God blessed our nation by giving us the Protestant Reformed religion – our deliverance from the yoke of the papacy, that terrible corruption of religion that emanated from Rome over the whole continent of Europe. God was very gracious to us as a small island race. He gave us at the Reformation an open Bible. He gave us the light, the spiritual light, of his Word to guide us. An incomparable blessing was bestowed upon our nation at that time by the Bible and its translation into the vulgar tongue. His Spirit performed a great work, a mighty work of reformation in the national church of this land. He gave us not only the law, the Ten Commandments, but he gave us the pure gospel of Christ, too. That gospel declares that a man is justified not by works, but by grace, by faith in the Lord Jesus Christ, by the imputation of Christ’s righteousness to those who believe. We have no righteousness of our own; we cannot stand before God who is the holy Judge, but if we believe in the Lord Jesus Christ, his righteousness is imputed or counted to us so that we can stand before him as perfectly righteous. That is the great gospel of our God and his grace which came to us through the Reformation because the Bible was then translated into the common language of the people. It established righteousness amongst us as a nation so that we could say with the Psalmist ‘He hath not dealt so with any other nation, neither hath the heathen knowledge of his laws’ (Psa. 147:20).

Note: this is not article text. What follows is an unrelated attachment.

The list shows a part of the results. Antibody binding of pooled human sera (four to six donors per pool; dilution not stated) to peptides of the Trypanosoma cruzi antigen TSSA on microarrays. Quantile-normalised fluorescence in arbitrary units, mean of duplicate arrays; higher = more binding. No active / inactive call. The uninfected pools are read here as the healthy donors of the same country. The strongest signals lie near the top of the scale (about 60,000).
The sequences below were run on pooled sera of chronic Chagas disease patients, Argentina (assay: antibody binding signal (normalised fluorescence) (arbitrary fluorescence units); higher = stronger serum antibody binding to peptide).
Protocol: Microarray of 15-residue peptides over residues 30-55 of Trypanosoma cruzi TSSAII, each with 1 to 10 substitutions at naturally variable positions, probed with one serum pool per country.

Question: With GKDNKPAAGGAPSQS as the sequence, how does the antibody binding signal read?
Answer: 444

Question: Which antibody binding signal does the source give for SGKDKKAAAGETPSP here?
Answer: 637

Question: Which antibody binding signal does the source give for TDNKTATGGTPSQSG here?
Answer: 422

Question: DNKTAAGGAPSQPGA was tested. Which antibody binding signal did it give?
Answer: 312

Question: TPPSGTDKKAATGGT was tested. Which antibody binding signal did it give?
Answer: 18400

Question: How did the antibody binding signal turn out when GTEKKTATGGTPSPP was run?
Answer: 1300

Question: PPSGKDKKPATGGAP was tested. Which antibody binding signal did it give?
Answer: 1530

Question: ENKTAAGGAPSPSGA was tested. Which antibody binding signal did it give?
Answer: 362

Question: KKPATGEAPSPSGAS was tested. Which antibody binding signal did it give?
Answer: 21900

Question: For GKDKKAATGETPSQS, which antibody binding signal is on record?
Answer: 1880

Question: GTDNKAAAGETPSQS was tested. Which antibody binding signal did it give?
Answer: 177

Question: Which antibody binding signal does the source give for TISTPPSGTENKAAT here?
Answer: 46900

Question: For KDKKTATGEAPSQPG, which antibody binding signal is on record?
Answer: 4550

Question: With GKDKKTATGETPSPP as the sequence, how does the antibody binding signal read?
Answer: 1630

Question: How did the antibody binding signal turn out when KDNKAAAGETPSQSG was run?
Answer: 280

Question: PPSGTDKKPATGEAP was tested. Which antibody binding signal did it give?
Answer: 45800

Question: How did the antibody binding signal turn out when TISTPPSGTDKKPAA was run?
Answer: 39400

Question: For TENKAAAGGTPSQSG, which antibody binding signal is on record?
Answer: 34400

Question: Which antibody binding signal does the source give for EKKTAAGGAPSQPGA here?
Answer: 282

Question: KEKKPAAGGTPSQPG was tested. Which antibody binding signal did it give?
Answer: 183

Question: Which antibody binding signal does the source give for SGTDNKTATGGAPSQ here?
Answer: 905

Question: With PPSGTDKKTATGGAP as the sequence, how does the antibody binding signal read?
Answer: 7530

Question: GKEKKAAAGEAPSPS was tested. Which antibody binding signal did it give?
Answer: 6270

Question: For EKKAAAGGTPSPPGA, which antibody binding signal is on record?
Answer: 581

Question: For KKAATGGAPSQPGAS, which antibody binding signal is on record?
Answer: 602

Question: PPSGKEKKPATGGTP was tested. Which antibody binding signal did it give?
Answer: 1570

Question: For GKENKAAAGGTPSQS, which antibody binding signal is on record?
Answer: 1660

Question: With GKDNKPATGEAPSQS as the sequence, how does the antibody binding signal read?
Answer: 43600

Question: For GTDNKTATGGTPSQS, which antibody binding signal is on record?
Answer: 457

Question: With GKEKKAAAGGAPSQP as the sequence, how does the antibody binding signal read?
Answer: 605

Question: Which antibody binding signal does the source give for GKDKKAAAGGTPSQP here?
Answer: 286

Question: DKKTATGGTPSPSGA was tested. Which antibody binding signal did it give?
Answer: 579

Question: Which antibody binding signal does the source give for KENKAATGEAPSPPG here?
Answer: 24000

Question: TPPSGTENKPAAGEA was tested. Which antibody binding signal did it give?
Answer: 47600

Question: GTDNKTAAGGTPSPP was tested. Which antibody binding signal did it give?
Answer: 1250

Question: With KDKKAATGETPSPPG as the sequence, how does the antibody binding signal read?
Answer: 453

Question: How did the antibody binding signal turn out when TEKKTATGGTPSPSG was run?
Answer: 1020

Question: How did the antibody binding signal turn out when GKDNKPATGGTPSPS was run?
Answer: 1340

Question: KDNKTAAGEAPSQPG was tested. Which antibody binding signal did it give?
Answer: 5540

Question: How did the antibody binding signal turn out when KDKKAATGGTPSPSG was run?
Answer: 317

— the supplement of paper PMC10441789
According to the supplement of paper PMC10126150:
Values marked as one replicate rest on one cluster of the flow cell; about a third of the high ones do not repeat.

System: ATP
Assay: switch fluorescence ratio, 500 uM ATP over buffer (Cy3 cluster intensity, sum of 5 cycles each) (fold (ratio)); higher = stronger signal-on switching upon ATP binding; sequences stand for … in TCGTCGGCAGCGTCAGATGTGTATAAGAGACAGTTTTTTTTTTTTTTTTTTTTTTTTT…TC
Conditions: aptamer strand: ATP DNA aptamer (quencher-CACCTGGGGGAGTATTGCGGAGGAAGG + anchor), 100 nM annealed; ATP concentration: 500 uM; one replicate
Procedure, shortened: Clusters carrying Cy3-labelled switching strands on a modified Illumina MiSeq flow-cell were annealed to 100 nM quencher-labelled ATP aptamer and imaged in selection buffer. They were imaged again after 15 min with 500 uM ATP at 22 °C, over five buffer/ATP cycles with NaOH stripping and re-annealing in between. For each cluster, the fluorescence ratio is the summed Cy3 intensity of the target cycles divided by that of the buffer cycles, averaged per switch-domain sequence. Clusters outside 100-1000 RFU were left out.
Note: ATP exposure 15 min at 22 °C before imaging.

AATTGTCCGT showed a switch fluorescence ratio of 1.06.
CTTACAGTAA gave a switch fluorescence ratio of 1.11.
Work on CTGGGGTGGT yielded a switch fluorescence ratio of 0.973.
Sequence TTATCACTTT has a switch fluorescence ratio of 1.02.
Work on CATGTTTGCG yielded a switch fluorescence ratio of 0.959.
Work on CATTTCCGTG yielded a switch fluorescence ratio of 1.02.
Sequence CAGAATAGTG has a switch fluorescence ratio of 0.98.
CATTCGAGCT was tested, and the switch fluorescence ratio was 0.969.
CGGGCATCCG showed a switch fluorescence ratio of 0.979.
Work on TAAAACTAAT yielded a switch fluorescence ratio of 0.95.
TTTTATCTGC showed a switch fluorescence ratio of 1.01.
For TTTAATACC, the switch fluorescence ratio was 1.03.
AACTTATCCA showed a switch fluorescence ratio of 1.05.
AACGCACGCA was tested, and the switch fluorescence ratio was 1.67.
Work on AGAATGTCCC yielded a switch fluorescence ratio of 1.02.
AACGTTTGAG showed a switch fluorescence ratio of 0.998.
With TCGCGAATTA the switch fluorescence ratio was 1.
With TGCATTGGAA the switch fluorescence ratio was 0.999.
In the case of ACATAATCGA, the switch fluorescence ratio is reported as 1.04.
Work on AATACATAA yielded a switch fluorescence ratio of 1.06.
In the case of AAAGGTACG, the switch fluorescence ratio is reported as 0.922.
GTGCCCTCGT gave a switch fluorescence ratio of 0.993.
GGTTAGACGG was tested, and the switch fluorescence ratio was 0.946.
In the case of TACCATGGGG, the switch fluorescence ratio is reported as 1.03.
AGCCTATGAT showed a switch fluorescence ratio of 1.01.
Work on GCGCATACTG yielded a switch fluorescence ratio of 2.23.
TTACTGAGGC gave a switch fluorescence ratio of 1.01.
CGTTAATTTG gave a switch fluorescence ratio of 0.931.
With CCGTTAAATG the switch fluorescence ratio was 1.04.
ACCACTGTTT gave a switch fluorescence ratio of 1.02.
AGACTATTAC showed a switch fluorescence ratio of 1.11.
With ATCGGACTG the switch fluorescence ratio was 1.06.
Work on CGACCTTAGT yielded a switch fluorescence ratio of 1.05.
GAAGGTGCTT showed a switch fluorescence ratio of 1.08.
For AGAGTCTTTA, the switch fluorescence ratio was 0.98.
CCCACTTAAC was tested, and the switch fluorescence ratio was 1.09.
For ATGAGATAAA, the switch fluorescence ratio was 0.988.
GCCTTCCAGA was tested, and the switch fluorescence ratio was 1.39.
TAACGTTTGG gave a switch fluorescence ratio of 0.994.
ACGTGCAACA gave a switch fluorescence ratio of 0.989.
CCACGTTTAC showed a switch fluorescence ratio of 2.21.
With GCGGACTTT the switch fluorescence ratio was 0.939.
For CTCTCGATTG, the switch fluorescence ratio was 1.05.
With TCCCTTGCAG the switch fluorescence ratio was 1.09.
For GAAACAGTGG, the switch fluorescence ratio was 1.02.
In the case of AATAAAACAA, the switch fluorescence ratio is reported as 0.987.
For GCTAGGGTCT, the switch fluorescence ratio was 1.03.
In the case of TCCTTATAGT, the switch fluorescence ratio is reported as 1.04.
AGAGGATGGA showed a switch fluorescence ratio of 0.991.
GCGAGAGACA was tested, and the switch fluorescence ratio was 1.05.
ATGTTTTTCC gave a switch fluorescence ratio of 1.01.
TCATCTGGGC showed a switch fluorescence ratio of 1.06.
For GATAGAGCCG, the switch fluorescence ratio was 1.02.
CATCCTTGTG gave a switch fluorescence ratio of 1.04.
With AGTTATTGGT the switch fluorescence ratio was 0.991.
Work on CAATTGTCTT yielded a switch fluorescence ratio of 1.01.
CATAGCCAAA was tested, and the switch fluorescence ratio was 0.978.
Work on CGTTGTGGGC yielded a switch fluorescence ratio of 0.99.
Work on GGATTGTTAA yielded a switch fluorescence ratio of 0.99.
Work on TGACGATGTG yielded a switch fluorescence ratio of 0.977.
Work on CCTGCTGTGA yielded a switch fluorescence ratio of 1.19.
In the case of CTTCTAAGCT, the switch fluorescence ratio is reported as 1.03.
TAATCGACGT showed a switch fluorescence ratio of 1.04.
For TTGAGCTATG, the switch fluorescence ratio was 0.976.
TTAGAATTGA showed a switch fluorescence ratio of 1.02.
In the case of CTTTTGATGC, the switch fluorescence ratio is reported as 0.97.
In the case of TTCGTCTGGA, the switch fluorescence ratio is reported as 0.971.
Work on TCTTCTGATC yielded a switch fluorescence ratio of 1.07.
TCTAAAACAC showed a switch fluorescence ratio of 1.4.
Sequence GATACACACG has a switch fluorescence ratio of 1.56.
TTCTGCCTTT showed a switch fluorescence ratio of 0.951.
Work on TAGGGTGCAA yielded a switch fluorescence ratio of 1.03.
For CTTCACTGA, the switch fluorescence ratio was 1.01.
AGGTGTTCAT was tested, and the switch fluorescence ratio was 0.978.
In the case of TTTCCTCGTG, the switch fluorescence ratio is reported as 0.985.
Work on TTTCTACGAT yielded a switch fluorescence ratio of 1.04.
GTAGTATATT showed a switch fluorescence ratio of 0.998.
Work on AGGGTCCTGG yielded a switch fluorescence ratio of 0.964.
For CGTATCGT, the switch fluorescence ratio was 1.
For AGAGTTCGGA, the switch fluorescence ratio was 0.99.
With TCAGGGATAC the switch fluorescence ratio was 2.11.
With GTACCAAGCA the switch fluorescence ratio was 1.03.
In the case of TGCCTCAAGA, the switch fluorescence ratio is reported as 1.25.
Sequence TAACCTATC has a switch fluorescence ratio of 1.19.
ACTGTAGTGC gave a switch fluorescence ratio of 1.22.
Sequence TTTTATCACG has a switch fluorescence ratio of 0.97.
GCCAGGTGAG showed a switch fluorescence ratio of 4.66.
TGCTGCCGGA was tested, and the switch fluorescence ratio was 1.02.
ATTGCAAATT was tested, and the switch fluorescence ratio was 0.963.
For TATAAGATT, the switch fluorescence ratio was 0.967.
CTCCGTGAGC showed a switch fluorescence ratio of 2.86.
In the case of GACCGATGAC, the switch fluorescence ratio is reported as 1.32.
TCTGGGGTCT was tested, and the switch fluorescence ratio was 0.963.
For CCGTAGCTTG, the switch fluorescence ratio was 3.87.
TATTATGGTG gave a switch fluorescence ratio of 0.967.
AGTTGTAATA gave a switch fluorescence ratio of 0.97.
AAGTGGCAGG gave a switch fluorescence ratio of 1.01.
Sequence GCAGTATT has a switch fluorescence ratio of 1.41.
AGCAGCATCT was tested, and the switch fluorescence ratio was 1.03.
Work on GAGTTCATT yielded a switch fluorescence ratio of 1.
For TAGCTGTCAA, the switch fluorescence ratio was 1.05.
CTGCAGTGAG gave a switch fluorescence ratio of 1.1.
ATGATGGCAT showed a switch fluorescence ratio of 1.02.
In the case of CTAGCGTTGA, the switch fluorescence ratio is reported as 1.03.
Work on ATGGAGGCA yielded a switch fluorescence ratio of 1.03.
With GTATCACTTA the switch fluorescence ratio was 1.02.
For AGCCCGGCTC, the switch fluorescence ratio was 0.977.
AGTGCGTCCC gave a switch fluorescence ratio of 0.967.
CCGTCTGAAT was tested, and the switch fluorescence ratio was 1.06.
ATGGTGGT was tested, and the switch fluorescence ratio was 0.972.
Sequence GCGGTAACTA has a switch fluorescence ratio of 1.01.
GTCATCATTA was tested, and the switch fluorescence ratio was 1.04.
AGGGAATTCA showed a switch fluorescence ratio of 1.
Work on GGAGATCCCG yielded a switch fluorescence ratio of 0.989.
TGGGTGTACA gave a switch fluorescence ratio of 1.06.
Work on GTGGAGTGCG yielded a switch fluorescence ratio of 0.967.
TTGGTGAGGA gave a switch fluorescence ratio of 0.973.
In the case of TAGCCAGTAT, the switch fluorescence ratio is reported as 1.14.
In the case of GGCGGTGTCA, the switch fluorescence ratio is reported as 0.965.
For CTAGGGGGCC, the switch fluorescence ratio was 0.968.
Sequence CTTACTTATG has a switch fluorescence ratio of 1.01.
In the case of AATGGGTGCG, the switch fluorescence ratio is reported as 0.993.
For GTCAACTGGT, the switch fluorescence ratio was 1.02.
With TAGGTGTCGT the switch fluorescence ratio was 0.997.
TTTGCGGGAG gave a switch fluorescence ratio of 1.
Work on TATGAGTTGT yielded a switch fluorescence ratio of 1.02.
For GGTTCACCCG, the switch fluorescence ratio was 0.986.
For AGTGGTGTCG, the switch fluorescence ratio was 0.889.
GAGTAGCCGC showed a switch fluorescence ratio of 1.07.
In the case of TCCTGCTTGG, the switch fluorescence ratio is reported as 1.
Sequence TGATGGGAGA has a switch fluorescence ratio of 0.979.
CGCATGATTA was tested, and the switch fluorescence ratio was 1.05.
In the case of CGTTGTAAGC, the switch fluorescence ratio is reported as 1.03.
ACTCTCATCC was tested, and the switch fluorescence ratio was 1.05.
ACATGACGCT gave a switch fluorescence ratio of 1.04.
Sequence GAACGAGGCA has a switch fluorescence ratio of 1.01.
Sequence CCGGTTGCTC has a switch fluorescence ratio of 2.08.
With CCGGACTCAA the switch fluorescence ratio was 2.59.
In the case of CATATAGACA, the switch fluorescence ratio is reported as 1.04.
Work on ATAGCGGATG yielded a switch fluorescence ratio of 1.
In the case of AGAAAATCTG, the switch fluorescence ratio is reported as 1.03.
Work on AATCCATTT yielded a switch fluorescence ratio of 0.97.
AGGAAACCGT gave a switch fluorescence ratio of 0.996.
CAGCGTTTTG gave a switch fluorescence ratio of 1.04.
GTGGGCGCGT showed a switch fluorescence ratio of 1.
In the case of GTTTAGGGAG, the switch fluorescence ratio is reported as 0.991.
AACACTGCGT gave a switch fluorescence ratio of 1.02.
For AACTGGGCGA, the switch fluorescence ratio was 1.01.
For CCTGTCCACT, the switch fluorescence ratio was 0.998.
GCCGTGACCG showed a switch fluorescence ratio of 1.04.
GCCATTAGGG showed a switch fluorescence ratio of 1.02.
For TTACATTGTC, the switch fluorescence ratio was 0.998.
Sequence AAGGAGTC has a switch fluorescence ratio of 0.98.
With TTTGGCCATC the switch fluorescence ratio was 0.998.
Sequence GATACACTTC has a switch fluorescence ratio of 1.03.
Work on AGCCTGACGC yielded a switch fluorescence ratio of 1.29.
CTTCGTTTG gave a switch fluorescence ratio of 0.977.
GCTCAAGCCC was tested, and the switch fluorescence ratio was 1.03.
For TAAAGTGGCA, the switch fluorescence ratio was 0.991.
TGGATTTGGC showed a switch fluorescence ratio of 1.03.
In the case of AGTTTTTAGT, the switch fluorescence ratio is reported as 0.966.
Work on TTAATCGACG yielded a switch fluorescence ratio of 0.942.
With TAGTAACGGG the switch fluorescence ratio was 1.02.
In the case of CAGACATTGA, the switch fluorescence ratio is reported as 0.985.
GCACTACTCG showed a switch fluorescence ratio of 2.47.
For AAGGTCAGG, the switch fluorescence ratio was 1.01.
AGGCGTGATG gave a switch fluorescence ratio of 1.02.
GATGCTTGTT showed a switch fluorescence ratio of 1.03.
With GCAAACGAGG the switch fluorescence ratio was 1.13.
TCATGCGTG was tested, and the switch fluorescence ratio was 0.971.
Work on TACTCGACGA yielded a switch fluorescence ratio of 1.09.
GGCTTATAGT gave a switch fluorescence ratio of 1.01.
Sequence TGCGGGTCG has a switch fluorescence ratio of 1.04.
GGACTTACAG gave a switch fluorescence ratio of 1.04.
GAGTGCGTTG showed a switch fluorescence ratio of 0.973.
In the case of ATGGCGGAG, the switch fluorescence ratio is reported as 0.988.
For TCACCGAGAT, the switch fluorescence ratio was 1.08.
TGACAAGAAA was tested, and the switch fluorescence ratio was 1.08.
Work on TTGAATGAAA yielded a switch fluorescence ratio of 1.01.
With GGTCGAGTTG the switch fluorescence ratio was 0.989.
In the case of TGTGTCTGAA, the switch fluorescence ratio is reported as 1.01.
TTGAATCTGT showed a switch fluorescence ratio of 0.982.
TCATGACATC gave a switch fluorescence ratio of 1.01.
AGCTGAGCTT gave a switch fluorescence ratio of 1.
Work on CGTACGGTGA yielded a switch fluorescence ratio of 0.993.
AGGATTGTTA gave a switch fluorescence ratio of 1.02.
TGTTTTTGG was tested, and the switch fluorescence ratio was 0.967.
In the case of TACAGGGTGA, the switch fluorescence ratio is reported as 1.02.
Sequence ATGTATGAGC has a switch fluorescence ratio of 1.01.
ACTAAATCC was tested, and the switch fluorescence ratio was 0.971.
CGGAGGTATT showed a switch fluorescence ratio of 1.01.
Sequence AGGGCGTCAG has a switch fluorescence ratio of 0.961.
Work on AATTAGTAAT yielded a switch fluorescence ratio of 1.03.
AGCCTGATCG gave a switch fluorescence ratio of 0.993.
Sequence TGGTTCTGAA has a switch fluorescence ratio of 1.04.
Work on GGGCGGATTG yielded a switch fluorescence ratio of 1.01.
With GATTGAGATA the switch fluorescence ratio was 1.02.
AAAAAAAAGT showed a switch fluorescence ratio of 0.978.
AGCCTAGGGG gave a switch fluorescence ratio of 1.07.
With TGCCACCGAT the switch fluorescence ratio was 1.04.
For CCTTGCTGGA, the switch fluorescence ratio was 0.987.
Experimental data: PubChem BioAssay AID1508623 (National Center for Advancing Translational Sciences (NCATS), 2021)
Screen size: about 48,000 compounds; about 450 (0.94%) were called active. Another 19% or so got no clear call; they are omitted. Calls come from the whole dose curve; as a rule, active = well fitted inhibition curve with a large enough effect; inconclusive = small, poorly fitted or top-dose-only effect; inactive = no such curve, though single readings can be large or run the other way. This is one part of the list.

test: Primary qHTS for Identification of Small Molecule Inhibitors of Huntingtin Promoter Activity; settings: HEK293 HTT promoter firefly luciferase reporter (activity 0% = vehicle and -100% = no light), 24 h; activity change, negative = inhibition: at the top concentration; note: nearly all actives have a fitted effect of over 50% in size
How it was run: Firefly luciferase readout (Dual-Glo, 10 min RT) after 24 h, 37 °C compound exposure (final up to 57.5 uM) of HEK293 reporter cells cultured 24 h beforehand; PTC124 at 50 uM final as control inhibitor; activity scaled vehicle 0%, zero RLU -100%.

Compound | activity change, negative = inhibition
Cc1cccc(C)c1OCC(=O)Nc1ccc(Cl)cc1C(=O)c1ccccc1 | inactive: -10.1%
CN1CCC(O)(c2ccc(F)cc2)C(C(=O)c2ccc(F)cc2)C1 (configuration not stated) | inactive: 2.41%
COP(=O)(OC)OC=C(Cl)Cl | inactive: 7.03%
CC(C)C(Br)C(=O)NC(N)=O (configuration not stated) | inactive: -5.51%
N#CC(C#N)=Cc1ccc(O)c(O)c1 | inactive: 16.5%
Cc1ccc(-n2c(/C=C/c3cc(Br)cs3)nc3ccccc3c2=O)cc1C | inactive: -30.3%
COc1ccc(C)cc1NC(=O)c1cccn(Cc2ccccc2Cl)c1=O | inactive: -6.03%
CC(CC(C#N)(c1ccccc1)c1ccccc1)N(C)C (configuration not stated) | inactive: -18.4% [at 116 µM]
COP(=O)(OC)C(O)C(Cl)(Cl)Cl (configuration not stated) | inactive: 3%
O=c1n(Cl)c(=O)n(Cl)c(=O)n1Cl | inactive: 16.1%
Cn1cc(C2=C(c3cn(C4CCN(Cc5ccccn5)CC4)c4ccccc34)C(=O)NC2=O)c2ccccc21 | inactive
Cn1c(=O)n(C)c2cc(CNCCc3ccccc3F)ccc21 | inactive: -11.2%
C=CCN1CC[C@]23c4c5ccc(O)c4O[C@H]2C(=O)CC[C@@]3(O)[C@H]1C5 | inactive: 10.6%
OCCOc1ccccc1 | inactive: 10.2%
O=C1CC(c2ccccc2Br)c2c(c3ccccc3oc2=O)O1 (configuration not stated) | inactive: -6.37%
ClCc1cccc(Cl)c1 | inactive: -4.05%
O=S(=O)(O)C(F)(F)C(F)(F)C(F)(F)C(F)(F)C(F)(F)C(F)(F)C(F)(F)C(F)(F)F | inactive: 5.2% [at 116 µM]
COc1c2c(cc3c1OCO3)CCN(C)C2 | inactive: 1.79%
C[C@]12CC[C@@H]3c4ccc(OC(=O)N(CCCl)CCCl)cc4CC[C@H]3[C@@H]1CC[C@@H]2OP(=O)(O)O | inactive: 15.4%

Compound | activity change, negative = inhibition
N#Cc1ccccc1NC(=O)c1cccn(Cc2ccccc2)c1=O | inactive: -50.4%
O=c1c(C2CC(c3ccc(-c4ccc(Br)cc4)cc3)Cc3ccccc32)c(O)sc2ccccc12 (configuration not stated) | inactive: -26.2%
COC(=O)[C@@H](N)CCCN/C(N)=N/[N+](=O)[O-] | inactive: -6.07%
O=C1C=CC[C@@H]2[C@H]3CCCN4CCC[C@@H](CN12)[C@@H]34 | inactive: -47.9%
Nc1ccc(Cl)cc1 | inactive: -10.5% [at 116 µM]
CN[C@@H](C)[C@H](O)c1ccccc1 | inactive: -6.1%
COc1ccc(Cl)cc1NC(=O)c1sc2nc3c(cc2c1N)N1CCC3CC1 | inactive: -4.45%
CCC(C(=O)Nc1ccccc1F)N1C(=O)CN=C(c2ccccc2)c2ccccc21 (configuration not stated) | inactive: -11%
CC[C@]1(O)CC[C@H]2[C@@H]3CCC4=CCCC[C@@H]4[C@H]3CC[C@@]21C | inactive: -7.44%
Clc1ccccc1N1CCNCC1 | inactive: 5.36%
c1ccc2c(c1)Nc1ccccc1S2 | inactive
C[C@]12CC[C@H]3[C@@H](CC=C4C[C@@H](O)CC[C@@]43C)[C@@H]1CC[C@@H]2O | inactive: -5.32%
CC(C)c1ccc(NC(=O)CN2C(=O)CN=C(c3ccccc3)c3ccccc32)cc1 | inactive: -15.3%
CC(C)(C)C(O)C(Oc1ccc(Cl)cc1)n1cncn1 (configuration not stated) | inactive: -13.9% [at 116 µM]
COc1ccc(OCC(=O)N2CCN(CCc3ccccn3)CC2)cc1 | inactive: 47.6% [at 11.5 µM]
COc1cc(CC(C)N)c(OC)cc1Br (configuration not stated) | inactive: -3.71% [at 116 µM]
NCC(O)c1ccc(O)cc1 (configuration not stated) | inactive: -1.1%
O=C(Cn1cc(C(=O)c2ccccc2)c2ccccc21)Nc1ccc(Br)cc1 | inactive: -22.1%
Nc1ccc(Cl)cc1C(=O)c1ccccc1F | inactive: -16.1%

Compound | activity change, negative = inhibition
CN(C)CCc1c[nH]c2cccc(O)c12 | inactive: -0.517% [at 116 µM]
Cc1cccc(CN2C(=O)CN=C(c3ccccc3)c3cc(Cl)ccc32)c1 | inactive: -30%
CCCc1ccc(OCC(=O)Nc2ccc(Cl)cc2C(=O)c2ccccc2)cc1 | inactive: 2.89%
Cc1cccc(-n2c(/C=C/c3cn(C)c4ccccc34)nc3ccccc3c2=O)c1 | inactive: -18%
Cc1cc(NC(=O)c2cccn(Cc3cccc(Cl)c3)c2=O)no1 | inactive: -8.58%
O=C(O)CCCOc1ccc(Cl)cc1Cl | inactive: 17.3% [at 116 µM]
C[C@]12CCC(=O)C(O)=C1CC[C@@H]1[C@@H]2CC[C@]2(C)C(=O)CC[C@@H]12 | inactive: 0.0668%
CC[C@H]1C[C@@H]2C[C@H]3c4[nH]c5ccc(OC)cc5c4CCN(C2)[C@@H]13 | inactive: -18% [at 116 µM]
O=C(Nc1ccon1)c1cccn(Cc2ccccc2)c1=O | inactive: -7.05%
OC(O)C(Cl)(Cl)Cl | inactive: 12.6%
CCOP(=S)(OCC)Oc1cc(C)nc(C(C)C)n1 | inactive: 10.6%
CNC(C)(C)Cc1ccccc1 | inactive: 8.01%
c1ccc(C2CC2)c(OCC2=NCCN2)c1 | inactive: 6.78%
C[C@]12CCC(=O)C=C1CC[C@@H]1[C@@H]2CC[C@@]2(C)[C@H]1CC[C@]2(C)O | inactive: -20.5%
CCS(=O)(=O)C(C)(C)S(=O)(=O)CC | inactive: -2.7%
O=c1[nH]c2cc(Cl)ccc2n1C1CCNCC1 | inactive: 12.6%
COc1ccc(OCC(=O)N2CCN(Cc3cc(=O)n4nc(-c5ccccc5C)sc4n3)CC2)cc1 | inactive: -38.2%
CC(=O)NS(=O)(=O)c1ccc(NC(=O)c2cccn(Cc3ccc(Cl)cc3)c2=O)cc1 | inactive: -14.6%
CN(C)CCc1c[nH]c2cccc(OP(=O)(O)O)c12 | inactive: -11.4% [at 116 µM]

The Bible, first of all at the Reformation, was established as the supreme rule of faith and practice. Our nation was known at one time as ‘the people of the Book and that book the Bible’. And that was a wonderful thing indeed that we were so characterized and recognized by others. As the monarch is crowned in Westminster Abbey, these words are read out when the Holy Bible is given to him or to her:
Our gracious King or Queen, to keep your majesty ever mindful of the law and the gospel of God as a rule for the whole of life and government of Christian princes, we present you with this Book, the most valuable thing that this world affords. Here is wisdom; here is the royal law; these are the lively oracles of God.
What a wonderful thing, that at an important, pivotal event in our life, this is the thing that is uppermost, this is the thing that is put before the people, here is the royal law of God, delivered to our monarch in the form of the holy Scriptures, the Bible.